This year, 2.556 billion people are expected to make their way home via bus and train for the Chinese Lunar New Year celebrations.

(Two and a half billion people! I just hope that China Rail is better than British Rail.)

Interesting Word - Mondegreen

A mondegreen is the mishearing or misinterpretation of a phrase, typically a standardized phrase such as a line in a poem or a lyric in a song.

(The word was first used in an essay by American writer Sylvia Wright , "The Death of Lady Mondegreen," published in Harper's Magazine in November 1954.[

In the essay, Wright described how, as a young girl, she misheard the last line of the first stanza from the 17th-century ballad "The Bonny Earl O'Moray". She wrote:

"When I was a child, my mother used to read aloud to me from Percy's Reliques, and one of my favorite poems began, as I remember:

Ye Highlands and ye Lowlands,
Oh, where hae ye been?
They hae slain the Earl O' Moray,
And Lady Mondegreen.

The actual fourth line is "And laid him on the green". Wright explained the need for a new term: "The point about what I shall hereafter call mondegreens, since no one else has thought up a word for them, is t…

Interesting Fact - Books

The very first paperback book was published in 1931 in Germany.

(But it was in England in 1935 that paperbacks really took off with Penguin's publication of André Maurois' 'Ariel'. What would we do without them, or say Kindle?)

Source - Wikipedia

Interesting Words - Tittle

The dot over an i or j is called a 'tittle'!

(So instead of saying "dot your is" you could say "don't forget the tittle. I wonder what a tattle is then?)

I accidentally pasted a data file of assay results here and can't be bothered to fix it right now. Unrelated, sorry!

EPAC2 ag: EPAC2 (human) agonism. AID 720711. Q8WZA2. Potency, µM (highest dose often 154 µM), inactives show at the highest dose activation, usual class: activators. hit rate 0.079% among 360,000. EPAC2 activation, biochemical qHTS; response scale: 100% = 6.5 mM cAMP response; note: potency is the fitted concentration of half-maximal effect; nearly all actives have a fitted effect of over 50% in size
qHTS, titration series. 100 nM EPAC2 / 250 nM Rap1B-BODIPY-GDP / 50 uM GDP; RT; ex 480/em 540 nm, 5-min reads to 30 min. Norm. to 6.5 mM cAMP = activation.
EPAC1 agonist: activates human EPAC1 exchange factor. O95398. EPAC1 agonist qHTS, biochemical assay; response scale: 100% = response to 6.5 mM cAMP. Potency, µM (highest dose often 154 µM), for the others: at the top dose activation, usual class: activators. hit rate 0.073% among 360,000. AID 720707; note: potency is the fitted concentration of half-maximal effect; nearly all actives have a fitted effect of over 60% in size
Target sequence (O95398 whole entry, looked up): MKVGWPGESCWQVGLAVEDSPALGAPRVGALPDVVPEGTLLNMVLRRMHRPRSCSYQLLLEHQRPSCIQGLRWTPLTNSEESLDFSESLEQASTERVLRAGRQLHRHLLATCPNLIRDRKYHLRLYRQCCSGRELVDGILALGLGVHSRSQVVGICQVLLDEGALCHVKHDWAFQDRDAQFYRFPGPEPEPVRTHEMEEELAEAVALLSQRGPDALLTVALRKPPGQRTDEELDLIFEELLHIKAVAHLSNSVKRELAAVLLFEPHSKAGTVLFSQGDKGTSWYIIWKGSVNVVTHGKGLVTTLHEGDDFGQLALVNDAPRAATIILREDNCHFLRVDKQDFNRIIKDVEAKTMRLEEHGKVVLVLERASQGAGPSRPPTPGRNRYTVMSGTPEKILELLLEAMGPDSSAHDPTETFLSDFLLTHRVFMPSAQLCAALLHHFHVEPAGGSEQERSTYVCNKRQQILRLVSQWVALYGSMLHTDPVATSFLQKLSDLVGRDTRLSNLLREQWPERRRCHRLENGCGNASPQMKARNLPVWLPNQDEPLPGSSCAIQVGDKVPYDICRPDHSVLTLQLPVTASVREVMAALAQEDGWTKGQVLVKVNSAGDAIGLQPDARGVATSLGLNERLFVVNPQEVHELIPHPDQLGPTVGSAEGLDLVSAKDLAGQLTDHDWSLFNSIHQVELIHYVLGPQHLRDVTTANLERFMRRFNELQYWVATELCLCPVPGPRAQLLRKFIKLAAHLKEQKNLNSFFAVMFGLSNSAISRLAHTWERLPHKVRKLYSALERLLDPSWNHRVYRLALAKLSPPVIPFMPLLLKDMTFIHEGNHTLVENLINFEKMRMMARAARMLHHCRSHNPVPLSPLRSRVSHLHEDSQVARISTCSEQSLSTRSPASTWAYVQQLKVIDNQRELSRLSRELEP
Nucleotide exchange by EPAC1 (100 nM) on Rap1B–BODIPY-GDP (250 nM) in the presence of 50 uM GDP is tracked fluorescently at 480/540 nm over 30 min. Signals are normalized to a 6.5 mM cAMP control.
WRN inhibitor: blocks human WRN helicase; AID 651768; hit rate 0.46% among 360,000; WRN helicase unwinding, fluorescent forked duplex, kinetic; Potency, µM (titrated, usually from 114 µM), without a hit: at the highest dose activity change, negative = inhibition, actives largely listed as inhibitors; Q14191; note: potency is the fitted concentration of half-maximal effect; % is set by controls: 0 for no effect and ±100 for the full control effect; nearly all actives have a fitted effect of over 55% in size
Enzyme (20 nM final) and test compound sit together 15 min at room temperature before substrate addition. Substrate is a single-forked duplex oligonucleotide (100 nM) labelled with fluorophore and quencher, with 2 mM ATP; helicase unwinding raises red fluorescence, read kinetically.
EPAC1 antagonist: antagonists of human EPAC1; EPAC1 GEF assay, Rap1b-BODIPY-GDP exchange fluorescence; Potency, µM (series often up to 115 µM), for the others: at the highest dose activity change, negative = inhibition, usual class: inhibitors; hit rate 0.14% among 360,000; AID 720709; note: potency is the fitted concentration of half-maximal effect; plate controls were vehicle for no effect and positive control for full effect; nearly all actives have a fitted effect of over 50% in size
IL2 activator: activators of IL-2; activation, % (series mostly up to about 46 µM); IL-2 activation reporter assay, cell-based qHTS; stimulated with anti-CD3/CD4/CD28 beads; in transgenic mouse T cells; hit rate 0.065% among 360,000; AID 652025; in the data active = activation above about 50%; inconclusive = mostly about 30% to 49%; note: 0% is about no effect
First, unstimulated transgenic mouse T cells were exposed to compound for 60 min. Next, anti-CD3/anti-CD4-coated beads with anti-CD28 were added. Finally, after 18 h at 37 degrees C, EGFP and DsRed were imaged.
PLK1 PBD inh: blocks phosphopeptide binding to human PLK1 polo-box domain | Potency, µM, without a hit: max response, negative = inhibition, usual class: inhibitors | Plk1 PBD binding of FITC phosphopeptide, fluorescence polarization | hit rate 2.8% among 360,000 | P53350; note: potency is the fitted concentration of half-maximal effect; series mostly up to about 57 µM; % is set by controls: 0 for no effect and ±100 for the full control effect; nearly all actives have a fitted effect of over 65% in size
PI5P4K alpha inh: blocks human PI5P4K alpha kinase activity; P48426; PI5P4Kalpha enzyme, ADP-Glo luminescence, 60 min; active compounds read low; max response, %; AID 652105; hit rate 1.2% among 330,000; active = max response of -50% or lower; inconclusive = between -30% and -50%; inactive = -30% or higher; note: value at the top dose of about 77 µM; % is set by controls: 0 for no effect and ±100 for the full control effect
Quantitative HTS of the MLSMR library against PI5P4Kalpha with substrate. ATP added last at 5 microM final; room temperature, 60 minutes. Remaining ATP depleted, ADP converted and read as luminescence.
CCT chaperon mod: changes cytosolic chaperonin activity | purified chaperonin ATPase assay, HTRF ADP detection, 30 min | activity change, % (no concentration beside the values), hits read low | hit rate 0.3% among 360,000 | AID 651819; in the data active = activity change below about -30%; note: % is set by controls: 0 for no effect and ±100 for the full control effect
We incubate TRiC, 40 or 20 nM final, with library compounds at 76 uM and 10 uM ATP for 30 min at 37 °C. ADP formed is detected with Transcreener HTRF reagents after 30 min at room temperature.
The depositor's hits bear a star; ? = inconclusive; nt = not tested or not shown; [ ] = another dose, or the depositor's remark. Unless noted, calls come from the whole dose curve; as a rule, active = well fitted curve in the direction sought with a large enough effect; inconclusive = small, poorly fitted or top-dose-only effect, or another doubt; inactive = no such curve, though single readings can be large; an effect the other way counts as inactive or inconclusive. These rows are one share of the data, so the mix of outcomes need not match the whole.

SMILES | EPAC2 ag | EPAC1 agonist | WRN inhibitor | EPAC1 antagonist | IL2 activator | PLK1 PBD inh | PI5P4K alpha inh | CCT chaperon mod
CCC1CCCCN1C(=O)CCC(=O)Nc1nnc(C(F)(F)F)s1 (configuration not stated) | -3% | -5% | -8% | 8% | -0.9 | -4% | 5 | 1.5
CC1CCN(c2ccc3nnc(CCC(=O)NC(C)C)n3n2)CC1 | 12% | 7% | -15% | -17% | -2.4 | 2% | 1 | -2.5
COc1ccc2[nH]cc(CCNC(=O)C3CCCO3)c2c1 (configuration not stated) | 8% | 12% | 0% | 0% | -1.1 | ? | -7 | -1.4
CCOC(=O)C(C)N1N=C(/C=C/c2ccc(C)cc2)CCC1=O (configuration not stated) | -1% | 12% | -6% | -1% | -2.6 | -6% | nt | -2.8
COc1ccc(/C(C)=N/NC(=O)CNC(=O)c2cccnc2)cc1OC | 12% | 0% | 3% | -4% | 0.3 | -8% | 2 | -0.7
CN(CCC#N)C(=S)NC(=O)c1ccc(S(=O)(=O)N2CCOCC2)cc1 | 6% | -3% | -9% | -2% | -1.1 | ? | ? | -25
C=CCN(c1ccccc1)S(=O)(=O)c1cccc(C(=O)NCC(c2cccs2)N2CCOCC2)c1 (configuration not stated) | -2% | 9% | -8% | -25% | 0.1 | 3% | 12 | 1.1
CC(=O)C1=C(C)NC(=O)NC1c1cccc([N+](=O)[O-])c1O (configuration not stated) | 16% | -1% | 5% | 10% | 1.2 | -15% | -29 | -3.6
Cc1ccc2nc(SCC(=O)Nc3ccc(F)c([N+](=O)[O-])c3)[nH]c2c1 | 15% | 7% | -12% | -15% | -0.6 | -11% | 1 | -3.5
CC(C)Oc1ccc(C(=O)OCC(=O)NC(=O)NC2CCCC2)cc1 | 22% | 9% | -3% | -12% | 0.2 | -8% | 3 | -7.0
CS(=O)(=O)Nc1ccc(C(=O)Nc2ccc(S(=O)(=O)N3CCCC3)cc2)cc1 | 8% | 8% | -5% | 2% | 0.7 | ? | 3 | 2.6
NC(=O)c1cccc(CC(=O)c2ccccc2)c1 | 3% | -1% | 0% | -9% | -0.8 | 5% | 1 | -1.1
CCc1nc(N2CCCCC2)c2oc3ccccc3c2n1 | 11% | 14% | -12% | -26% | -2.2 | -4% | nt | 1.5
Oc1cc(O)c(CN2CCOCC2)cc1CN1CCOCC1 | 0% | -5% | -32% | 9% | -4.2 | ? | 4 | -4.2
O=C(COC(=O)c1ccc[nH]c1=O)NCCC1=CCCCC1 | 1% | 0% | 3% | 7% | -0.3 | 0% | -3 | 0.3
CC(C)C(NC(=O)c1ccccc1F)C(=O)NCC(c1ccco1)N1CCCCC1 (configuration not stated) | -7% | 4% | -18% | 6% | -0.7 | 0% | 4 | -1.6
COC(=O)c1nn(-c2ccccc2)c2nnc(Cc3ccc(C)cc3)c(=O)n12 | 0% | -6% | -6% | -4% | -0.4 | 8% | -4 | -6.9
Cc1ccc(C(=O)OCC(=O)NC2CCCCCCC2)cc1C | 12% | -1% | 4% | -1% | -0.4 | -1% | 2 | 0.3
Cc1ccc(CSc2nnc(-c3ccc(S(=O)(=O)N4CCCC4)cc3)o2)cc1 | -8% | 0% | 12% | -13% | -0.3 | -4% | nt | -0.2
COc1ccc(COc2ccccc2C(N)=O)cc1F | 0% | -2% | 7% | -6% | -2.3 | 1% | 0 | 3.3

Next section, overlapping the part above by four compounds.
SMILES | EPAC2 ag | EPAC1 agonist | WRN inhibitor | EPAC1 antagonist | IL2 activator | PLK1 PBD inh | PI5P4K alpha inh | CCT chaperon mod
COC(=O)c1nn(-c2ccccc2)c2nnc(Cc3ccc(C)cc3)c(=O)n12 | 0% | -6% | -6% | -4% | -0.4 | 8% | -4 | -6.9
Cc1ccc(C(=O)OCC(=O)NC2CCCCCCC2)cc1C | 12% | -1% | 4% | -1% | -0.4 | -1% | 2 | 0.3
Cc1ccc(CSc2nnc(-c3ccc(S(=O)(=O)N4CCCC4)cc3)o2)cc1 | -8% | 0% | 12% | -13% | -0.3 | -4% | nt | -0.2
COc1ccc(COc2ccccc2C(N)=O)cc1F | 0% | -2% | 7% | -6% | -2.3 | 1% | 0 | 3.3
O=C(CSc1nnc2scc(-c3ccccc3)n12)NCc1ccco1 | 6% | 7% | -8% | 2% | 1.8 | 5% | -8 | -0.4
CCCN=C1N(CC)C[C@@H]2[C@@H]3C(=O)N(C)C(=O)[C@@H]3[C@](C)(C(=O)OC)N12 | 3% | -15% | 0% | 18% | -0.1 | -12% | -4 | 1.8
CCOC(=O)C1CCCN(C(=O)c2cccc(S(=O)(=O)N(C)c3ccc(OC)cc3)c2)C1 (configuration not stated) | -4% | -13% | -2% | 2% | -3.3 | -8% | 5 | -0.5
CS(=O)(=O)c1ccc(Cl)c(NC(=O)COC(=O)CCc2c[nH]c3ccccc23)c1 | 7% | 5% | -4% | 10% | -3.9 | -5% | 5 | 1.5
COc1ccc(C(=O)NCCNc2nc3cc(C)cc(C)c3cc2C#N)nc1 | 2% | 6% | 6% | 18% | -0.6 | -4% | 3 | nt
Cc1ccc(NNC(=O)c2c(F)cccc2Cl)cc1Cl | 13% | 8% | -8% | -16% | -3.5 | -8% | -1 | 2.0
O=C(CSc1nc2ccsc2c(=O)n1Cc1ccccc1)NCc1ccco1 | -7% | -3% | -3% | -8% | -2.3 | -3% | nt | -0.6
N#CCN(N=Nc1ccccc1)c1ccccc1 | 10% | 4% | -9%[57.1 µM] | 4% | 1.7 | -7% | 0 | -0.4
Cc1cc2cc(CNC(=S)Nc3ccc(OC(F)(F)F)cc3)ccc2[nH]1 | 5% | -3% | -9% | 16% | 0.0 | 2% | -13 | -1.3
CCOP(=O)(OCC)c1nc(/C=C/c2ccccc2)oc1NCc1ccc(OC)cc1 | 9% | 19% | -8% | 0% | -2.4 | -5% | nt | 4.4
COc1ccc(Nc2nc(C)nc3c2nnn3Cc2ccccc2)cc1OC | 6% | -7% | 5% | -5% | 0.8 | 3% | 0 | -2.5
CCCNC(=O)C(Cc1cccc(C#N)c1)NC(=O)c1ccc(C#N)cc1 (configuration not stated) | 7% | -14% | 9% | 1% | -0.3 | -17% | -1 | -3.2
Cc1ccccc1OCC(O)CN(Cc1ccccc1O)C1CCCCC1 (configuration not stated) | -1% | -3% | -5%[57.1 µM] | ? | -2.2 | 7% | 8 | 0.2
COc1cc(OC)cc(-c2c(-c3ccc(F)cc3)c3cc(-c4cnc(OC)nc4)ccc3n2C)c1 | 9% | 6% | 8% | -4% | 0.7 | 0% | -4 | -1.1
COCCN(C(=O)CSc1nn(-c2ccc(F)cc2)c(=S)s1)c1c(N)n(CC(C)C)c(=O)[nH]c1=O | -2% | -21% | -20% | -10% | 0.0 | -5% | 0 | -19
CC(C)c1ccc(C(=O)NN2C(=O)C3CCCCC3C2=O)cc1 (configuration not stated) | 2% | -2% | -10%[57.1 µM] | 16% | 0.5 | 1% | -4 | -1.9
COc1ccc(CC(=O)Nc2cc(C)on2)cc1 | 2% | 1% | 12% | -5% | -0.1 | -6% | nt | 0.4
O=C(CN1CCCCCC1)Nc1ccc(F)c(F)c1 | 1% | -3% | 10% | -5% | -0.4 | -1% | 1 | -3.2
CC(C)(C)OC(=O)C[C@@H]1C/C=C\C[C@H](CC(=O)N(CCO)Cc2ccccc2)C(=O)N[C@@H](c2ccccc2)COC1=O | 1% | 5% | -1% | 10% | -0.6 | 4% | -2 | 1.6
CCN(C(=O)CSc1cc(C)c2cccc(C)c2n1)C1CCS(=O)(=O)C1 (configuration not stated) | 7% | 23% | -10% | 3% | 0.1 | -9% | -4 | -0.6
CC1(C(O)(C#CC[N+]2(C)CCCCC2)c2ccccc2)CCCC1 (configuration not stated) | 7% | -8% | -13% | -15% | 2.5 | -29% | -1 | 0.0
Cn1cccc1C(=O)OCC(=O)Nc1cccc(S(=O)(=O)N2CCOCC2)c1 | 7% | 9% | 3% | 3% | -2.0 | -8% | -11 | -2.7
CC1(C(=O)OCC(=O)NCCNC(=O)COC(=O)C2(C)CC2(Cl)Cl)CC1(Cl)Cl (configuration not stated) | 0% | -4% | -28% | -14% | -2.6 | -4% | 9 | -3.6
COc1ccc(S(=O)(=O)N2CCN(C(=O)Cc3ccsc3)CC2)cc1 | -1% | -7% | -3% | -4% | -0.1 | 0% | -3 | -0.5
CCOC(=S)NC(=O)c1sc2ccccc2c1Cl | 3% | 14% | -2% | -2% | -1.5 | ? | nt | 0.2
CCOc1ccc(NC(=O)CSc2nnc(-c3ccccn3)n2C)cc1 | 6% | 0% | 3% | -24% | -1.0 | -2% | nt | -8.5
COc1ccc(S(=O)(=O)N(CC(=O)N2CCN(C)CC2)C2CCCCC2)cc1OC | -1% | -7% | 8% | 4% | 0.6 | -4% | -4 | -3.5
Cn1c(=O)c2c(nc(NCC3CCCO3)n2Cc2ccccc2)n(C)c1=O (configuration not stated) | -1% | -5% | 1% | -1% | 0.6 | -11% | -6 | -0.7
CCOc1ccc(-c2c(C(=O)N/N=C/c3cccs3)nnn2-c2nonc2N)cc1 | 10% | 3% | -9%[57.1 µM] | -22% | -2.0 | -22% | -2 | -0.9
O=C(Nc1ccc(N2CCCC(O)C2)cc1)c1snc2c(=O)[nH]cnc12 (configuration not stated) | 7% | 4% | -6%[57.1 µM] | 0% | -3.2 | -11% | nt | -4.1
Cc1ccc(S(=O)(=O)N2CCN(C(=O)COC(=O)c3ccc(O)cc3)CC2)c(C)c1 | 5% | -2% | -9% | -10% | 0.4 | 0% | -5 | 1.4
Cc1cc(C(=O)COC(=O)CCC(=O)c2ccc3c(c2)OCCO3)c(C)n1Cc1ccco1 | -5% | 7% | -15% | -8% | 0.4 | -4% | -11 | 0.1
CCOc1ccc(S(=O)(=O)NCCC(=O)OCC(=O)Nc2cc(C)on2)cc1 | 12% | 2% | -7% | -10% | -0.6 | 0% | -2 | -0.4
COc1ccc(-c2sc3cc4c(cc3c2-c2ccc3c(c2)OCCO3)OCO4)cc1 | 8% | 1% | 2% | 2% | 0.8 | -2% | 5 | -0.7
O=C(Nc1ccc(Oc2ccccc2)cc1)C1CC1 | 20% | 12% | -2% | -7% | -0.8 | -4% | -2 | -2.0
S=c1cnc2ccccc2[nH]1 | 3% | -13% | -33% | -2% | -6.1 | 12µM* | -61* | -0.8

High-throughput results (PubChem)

Source - Wikipedia

Interesting Fact - Life

According to current scientific thinking, the lifespan of all living creatures can be measured in the number of heartbeats: around 1 billion.

(Humans live an average of 65 to 70 years, hamsters on average 3 years and Artic whales as long as 150 years, but the number of heartbeats stays the same. This is because whales can have as few as 10 heartbeats a minute and hamsters as many as 450, so during their lifespan the number of beats averages out. So stay chill, and don't let anyone steal your heartbeats.)

Interesting Fact - Wikipedia

Wikipedia is 10 years old today.

Happy birthday Wiki.

Interesting Animal - The Ant

Worker ants don't sleep. They rest by taking hundreds of short power naps.

(Just like my 6 month old grandaughter!!)

Source - BBC

Interesting Invention - The Parachute

Leonardo Da Vinci has been proved right, over 500 years after he sketched the design for the first parachute.

(A British man, Adrian Nicholas, dropped from a hot air balloon 3,000 metres (10,000 feet) above the ground, after ignoring expert advice that the canvas and wood contraption would not fly.

I love it when 'experts' are proved wrong!)

Source - BBC

Interesting Word - App

The American Dialect Society’s 'Word of the Year 2010' is - drumroll – 'app'.

(App is abbreviated tech slang for a computer or smart phone application.

The runner up was ‘nom’ - a chat, tweet, and text-friendly syllable that stands for ‘yummy food’. It comes from the sound that Sesame Street character Cookie Monster makes as he devours his favourite food. I'm eating a bit of chocolate with my coffee - nom nom.)


Interesting Fact - Human Body

The human foot has 26 bones, 33 joints, 107 ligaments, 19 muscles and tendons. The 52 bones in your feet make up about 25 percent of all the bones in your body.
( And don't I know it! I've just had an operation on mine!)

Source -

Interesting Word - The Longest Word

According to the English Oxford Dictionary the longest English word is 'pneumonoultramicroscopicsilicovolcanoconiosis'. It is 45 letters long.

(I can't even pronounce it let alone spell it!!)

Source - Wikipedia

Interesting Animals - Bees

A healthy queen bee can lay about 2,000 eggs a day during the spring.

(This is more than her own bodyweight in eggs every day. Women always have to work hard.)

Source - Wikipedia

Interesting Animals - Cats